The hydraulic cylinder 126 is not the only way to lift the gate 122, and any suitable mechanism, such as a scissors jack or mechanical linkage could be used. The significant criteria are the ability to move the gate 122 up and down on command and to apply a large amount of force to hold the gate in its closed position during normal operation.
A control circuit 130 (FIG. 7) is used to control the movement of the gate 122. The control circuit includes a control/timer unit 132 which receives as inputs signals representing the speed of rotation of the motor 18 and the amount of torque the motor is providing. Based on these inputs, the controller/timer 132 determines whether the motor 18 is about to stall. If the motor 18 is about to stall, the controller/timer 132 opens valve 134 which causes hydraulic fluid under pressure from pump 136 to actuate cylinder 126 to move the gate 122 from its closed position to its open position. This allows whatever material might have been causing the jam to pass through the restriction formed by the shroud 120. The controller also includes a timer circuit. This circuit governs when the gate is returned to its closed, lower position. The controller/timer 132 is arranged so that the gate 122 is moved down to its closed position after the feed screw 12 has completed one full revolution. The amount of time this takes is dependent on the speed and helix angle of the feed screw, and the controller uses the speed of the feed screw to determine how long the gate 122 should remain in the upper position. The helix angle of the feed screw for any given machine is a constant and can be programmed in advance into the controller.
Thus it is clear that the present invention provides a number of significant advantages over prior art machines like that shown in U.S. Pat. No. 4,555,212. For example, the trough 14 of the present invention includes a shear plate 52 running the length of the trough under the feed screw 12 to provide added durability and an edge against which bags containing recyclables, especially small bags, may be sheared open. Additionally, a shear plate 62 lines the top part of each restriction 30 and 34. The serrated leading edges 64 of the shear plates 62 engages the bags and friable contents of the bags to help shear them.
The shape of the restrictions 30 and 34 has also been selected to increase effectiveness. To this end each restriction 30, 34 and the trough 14 together make an eccentric opening through which the feed screw 12 passes. The clearance between the feed screw 12 and the restriction 30, 34 is smallest at the bottom of the trough (60) and largest at the top (58), with the clearance being selected to allow ample through-put speeds while keeping breakage of glass to a minimum.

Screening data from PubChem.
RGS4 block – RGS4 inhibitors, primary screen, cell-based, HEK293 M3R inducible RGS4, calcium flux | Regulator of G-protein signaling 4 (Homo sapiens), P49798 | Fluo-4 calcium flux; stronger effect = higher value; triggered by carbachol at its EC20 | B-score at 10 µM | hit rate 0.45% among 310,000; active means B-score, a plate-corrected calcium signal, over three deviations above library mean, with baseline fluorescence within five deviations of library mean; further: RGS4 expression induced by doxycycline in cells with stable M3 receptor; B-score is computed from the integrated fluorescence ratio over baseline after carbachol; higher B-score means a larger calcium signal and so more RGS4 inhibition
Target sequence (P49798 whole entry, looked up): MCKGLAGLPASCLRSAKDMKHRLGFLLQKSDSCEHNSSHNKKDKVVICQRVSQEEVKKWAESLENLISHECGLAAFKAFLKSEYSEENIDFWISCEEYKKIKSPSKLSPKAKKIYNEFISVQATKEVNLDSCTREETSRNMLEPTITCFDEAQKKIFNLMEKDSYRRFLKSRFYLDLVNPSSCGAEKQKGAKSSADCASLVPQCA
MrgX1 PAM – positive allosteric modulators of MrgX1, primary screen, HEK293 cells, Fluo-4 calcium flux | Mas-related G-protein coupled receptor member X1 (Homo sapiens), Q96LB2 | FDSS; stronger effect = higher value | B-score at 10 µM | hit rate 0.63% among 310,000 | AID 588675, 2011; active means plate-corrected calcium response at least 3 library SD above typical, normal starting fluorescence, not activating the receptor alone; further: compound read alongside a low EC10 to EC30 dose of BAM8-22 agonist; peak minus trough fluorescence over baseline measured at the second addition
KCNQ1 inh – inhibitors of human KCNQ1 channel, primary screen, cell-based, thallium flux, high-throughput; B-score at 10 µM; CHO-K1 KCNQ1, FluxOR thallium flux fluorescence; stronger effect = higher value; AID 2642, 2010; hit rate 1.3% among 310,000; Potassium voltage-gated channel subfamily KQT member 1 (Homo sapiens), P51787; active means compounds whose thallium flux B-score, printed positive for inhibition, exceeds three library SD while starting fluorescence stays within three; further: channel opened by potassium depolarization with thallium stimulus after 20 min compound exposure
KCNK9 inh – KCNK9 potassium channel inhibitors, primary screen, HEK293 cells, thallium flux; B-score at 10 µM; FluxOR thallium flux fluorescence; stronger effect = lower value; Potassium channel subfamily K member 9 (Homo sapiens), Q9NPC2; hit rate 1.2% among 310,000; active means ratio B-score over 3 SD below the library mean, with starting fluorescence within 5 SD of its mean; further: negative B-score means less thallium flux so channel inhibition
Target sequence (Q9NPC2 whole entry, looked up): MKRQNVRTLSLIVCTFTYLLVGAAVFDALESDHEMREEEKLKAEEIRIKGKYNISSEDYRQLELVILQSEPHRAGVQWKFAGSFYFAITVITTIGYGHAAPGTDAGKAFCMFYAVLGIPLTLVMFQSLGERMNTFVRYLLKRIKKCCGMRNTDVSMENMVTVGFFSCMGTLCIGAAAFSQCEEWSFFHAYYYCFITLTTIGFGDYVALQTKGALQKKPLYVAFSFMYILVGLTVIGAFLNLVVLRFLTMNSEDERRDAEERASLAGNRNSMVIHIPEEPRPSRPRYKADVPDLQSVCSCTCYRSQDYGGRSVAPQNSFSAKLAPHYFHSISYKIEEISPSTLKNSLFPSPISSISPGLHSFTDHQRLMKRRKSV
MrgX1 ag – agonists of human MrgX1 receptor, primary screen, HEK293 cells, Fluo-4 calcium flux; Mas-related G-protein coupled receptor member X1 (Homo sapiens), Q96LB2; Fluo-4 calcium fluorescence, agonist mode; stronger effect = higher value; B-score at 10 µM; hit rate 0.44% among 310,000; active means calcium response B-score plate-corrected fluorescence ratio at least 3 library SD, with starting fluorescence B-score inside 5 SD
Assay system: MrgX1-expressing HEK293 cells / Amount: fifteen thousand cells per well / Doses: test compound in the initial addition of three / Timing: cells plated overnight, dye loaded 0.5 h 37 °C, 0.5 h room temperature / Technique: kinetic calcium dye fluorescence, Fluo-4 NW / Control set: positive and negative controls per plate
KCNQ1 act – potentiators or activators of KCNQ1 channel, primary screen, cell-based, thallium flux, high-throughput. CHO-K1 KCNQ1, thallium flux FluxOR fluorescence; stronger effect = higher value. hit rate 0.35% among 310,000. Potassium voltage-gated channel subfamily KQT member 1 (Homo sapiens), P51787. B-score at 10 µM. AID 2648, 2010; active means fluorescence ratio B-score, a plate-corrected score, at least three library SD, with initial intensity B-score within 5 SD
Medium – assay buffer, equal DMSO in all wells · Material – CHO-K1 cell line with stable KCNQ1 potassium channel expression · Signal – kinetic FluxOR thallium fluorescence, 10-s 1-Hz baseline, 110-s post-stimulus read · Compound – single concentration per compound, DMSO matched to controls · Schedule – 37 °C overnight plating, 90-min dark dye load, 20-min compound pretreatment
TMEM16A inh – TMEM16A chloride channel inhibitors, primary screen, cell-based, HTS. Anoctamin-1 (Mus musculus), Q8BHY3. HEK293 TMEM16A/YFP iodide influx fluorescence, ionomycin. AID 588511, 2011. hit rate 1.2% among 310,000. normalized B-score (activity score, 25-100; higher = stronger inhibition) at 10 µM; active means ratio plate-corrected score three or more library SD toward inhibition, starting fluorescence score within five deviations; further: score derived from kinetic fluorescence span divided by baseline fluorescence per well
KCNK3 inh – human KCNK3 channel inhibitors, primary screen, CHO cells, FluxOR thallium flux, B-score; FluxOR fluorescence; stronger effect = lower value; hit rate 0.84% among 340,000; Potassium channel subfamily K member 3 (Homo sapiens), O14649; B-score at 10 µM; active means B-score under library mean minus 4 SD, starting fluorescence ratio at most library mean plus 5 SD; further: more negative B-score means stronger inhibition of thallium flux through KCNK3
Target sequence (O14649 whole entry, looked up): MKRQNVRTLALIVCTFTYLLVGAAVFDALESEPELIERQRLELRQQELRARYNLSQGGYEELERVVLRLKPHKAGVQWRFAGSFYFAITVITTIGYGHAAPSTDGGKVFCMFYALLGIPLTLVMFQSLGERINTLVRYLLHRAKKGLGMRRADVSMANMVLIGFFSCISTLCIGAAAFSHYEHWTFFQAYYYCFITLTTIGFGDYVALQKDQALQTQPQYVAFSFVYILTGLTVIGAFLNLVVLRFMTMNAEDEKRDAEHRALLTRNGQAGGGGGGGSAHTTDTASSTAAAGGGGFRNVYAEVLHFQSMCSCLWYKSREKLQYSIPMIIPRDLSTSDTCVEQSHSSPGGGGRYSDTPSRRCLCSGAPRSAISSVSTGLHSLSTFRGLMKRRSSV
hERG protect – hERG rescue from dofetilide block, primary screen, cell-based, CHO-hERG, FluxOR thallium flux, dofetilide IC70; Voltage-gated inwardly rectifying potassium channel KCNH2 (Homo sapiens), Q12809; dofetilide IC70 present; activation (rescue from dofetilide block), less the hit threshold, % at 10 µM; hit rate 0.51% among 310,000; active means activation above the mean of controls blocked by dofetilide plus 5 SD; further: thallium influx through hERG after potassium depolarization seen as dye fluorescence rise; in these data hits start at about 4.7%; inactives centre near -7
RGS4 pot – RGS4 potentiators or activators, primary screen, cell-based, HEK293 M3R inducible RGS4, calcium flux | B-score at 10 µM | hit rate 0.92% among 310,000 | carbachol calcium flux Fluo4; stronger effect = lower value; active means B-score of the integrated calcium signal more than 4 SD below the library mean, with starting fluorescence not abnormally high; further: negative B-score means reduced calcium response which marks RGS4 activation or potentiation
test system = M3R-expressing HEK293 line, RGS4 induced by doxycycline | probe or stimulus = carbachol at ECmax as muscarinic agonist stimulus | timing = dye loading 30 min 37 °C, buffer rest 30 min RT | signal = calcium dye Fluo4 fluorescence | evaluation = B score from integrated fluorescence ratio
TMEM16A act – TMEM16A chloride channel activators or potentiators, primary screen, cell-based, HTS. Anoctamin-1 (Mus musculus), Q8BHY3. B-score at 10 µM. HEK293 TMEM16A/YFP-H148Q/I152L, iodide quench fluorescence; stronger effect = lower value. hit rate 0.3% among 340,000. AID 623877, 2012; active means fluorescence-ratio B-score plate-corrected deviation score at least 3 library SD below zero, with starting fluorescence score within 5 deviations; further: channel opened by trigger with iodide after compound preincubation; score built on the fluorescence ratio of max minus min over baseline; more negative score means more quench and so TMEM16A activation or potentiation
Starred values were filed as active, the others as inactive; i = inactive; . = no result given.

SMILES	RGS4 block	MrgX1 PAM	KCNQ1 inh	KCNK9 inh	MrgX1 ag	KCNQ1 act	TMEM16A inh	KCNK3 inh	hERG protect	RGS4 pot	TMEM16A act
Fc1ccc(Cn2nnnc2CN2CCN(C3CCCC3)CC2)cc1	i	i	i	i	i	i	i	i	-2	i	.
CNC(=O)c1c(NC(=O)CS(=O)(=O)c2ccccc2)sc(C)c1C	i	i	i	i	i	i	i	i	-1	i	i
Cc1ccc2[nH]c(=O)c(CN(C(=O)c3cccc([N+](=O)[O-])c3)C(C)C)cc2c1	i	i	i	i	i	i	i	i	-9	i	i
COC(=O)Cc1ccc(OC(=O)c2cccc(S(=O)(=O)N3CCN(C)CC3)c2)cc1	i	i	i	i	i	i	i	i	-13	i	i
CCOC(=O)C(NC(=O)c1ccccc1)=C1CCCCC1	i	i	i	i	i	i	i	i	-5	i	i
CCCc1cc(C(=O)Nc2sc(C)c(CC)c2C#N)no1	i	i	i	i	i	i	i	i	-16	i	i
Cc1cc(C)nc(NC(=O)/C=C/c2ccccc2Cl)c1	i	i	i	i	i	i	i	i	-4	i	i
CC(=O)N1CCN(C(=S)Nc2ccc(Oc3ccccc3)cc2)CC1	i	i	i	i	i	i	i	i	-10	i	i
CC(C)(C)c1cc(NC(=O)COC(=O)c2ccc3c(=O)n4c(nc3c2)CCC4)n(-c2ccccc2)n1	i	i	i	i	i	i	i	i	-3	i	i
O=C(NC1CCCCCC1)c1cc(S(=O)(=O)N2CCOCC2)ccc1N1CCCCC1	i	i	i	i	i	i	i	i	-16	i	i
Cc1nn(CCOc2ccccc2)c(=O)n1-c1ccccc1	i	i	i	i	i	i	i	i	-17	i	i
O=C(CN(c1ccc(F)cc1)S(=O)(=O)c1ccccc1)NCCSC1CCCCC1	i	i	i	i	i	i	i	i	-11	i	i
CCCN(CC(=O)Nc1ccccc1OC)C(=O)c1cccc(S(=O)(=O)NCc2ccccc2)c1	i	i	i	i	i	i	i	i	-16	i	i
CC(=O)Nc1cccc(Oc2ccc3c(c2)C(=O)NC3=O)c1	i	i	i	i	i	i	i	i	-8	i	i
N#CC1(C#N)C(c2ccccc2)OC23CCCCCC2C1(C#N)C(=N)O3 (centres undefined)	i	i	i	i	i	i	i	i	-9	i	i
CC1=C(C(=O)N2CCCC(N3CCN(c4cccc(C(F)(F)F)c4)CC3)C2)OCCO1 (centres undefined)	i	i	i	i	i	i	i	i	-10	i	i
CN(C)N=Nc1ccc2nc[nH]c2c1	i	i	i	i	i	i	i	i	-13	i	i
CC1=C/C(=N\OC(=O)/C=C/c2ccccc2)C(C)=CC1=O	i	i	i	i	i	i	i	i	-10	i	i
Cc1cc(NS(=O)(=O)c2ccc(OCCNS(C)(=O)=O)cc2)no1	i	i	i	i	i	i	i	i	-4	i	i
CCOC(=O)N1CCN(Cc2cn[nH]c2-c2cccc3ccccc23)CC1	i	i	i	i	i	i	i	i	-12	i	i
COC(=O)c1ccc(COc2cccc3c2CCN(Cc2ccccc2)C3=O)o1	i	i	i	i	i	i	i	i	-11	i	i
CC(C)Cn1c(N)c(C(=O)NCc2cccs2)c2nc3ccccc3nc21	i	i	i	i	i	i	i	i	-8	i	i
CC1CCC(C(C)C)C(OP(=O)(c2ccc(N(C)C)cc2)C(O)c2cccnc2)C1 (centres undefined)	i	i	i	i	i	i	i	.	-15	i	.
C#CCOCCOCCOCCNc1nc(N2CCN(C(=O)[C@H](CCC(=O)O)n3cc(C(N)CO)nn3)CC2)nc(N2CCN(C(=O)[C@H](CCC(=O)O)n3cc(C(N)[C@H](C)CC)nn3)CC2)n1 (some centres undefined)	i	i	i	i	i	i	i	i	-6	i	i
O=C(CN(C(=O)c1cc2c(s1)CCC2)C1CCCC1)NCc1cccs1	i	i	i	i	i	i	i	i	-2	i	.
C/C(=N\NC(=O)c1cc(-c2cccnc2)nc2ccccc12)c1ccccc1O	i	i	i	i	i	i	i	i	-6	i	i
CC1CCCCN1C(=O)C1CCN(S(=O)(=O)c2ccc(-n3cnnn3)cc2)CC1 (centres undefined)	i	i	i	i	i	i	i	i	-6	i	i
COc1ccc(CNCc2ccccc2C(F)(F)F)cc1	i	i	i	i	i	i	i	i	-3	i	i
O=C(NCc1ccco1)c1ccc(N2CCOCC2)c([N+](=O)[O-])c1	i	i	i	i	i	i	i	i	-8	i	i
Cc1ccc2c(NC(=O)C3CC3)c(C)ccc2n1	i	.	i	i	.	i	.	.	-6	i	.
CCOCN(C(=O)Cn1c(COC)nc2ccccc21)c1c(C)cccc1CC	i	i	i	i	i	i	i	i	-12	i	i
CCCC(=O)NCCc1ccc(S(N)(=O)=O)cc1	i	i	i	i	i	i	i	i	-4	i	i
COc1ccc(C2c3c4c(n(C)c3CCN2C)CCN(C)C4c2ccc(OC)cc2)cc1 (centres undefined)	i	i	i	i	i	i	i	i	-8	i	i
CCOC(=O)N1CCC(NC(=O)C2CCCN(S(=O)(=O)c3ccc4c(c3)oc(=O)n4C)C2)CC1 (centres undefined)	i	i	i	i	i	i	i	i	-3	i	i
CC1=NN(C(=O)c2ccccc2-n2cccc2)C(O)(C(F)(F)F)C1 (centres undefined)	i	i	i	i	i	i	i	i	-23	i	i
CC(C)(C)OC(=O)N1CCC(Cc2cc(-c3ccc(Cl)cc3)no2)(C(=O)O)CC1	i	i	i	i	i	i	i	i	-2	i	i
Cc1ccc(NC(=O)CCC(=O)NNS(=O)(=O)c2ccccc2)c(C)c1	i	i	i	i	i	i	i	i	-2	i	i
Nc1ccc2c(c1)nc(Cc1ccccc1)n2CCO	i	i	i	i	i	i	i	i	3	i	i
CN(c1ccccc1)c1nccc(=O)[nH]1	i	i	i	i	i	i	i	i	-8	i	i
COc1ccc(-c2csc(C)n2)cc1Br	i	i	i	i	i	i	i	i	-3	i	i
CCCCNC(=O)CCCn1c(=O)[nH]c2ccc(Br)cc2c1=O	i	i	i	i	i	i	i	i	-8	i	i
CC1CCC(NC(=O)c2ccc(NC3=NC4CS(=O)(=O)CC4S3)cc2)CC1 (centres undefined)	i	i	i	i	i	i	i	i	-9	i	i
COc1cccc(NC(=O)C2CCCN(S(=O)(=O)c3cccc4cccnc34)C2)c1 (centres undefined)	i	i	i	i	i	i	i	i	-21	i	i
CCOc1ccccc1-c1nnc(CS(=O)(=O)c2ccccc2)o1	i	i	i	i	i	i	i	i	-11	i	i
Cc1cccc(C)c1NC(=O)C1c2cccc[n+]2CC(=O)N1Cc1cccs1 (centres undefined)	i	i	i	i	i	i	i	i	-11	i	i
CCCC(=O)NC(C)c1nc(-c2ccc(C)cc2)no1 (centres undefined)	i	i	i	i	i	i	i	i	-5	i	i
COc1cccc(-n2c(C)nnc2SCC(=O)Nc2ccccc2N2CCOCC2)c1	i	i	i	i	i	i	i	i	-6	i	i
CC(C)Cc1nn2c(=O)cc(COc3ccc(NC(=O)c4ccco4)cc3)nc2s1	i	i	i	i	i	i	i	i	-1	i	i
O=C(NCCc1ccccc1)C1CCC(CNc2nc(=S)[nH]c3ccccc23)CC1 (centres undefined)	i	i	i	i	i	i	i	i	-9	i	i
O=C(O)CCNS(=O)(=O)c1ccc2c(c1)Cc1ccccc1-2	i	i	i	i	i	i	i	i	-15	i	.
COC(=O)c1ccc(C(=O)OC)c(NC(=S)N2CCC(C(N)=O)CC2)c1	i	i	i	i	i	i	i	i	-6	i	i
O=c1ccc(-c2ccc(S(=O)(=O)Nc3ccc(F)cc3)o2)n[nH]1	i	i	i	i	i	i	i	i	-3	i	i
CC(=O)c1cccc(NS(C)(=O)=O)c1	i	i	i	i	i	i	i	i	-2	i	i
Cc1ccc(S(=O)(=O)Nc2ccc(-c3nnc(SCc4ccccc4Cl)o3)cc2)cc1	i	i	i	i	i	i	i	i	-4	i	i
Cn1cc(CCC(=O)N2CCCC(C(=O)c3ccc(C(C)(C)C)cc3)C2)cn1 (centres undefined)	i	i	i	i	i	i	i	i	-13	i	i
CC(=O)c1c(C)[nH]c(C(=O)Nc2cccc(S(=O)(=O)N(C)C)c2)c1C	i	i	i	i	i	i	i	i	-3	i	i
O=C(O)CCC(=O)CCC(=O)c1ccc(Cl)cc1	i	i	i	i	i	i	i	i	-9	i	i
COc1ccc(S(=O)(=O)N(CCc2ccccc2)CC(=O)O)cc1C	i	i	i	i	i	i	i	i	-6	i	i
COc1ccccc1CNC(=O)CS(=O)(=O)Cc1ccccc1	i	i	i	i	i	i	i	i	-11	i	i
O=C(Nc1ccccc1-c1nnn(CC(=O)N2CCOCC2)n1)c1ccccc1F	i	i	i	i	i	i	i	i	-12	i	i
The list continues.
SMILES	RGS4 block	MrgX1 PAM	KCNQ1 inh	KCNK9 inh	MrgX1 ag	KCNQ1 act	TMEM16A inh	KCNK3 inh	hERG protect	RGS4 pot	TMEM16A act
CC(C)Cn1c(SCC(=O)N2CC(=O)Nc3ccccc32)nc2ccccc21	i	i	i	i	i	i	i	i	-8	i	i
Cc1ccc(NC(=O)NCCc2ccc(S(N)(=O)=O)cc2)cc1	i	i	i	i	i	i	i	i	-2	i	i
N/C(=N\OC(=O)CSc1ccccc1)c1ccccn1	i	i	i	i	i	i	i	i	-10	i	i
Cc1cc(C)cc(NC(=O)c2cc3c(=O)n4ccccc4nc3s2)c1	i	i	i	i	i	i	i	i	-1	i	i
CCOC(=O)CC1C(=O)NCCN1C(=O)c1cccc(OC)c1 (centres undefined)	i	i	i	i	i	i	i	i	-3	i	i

Between the two restrictions 30 and 34 is an expansion chamber 32 covered with a movable lid 100. In the event that recyclable materials build up in the expansion chamber 32, the pressure will cause the lid 100 to lift, thereby alerting the machine operators. The lid 100 is arranged so that as it opens, materials within are exposed only to one direction, toward the inlet end of the trough. Therefore, should the materials overflow the expansion chamber 32, the detritus will flow in only one direction and generally into the inlet 16 for reprocessing.
Optionally, a moveable gate 122 (FIG. 6) may form part of one (or both) of the restrictions 32 and 34. The gate 122 may be lifted automatically to enlarge the restriction when the motor 18 is about to stall.
Additionally, the present invention provides an anti-jamming disc 110 at its discharge end. The disc 110 deflects into the discharge opening materials which might get stock on the feed screw, such as long pieces of wire or plastic.
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|U.S. Classification||414/412, 414/326, 241/186.5, 198/671, 198/550.1, 241/DIG.38|
|Cooperative Classification||B65B69/0008, Y10S241/38|
|Sep 6, 1994||AS||Assignment|
Owner name: MAGNIFICENT MACHINERY, INC.
Free format text: ASSIGNMENT OF ASSIGNORS INTEREST;ASSIGNOR:ROYCRAFT, FRANK;REEL/FRAME:007139/0563
Effective date: 19940906
|Jan 9, 2001||REMI||Maintenance fee reminder mailed|
|Jun 17, 2001||LAPS||Lapse for failure to pay maintenance fees|
|Aug 21, 2001||FP||Expired due to failure to pay maintenance fee|
Effective date: 20010617